RULES: 1. Ask one of the students to pick a ‘Have you ever…?’ card and read out the question. 
2. Everybody (including the student who has read out the question) needs to stick the finger onto one of the four options:
(Students need to be careful not to show their answer.)

3. When everybody has answered (I suggest that you set a time limit), ask students to point their own finger at the person they think has answered 3 (always). 
4. Start to check the answers by asking the student pointed by the one who read the question and then continue clockwise.
5. The students who have pointed to the ones who have answered 3 win 3 points, those who have pointed to the students who have answered 2 win 2 points and so on.

When I played this game for the first time I was amazed because when a student said, ‘0’, she couldn’t stop talking, she had to explain about her answer because the students who had pointed at her wanted to know why she answered ‘never’. Honestly, all the students talked a lot because they were eager to share their personal experience, I had to stop them talking! 

It was such a pleasure to see them speaking English and having fun. 
Thus, ‘fingerly'-speaking, thumbs up for games, all the time… all ages!

sabato 6 ottobre 2018

Jenga in the EFL classroom

Hi everyone!

Here I am with another board game you can play in your EFL classroom!


In my opinion this game is great because it can be adapted to different levels and needs.
I used the following activities with my learners.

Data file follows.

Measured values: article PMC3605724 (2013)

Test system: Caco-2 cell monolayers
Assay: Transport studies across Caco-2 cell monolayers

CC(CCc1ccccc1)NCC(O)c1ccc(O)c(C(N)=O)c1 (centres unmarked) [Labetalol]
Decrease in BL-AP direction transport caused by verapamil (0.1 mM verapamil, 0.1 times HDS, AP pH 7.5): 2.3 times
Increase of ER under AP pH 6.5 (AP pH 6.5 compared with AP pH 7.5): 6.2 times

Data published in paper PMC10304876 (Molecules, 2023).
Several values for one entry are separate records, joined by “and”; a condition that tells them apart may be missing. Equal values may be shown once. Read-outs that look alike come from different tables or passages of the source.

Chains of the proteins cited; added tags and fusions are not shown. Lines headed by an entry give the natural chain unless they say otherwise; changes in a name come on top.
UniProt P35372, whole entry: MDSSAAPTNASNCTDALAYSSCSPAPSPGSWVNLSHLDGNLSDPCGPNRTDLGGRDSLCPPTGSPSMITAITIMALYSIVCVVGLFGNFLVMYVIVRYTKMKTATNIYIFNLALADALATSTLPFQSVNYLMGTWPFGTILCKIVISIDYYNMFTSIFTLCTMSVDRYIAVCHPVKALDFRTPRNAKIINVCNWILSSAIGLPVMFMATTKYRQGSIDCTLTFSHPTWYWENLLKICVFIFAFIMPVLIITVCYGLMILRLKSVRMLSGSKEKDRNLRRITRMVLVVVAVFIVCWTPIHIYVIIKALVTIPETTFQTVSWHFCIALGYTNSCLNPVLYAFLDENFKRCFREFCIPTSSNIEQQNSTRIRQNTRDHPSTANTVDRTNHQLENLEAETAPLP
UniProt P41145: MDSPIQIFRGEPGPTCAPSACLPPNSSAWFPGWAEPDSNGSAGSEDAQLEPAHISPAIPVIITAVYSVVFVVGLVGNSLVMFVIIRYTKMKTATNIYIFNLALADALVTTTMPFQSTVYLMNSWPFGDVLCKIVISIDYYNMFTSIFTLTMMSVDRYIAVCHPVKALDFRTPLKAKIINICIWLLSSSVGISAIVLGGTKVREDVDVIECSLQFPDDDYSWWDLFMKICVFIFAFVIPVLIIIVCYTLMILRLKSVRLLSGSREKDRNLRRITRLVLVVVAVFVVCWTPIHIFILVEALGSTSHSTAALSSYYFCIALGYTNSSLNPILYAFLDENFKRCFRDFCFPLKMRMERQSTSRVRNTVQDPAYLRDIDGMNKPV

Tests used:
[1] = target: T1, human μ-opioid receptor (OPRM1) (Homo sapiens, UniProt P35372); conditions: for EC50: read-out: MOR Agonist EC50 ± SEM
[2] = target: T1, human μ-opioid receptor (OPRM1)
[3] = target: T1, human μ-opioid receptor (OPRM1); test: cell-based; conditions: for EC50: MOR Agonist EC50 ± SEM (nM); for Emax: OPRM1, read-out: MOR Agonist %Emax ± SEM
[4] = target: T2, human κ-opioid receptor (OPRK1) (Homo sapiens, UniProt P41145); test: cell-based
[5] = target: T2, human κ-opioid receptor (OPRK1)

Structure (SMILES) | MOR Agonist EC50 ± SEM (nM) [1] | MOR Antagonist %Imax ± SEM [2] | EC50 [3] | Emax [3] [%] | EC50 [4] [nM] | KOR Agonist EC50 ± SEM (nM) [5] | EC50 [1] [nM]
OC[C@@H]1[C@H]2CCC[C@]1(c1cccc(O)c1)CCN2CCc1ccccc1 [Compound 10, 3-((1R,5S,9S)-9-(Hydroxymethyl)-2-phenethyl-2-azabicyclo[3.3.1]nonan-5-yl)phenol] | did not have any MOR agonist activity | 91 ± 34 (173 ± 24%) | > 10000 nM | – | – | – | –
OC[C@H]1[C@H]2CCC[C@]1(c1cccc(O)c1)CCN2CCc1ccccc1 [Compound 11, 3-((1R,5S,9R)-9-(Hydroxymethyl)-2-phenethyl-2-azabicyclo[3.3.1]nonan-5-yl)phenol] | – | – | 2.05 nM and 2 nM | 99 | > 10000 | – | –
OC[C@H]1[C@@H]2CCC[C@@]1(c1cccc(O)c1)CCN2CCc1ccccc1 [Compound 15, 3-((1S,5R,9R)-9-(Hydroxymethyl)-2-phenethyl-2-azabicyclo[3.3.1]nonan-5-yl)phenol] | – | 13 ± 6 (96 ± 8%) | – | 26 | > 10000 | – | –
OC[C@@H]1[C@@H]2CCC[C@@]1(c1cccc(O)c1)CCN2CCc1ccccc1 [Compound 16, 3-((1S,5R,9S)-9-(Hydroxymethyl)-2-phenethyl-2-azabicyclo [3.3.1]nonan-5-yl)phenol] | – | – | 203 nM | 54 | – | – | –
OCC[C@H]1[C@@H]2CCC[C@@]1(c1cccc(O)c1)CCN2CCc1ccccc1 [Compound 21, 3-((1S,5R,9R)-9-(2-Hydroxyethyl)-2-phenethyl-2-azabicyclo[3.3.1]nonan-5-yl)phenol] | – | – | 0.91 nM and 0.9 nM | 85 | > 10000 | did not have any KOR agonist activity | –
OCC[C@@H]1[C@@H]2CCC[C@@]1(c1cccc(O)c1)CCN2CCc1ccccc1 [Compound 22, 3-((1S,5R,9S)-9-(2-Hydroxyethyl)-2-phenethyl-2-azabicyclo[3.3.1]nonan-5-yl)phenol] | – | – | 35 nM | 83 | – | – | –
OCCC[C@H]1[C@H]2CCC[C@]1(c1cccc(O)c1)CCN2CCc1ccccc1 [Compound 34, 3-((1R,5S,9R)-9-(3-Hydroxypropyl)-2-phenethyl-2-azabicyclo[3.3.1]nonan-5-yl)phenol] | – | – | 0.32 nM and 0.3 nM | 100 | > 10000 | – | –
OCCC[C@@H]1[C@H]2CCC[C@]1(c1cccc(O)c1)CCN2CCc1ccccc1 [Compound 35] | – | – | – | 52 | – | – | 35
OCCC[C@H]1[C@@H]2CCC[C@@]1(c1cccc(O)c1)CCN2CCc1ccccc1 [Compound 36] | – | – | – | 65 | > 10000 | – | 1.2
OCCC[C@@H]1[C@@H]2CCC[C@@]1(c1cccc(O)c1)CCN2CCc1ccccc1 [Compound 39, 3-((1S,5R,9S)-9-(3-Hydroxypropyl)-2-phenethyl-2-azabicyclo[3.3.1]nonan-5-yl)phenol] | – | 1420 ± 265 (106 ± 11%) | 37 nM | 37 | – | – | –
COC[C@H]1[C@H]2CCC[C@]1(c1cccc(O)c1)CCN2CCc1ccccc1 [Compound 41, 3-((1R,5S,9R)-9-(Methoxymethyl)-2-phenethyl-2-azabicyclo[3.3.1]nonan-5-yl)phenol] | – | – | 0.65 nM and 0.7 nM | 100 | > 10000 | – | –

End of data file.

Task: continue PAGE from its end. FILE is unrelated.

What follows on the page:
Level --> Beginner to Advanced
Age --> Teenagers/Adults
Type of activity --> Ice breaker
Skills practised --> Speaking and Listening

Before the lesson: 1. Put ice-breaking questions on the Jenga blocks.
2. You can either use labels or permanent markers.

During the lesson: 1. Each learner pulls a block.
2. They need to answer the question AND ask it to someone else.

Level --> Beginner to Advanced
Age --> Any
Type of activity --> Storytelling
Skills practised --> Vocabulary, Speaking, and Writing

Before the lesson: 1. Put words on the Jenga blocks.
2. You can either use labels or permanent markers.

During the lesson: 1. A learner pulls a block and starts a story using the word on that block.
2. The next student uses the word they pull to continue the story.
3. If the tower falls they need to quickly end the story.

In case you have a large class: While each learner comes to the front and continues the story, have the whole class write their own version using the blocks pulled.

Level --> Beginner to Advanced
Age --> Any
Type of activity --> Revision

Before the lesson: 1. Put numbers on the Jenga blocks.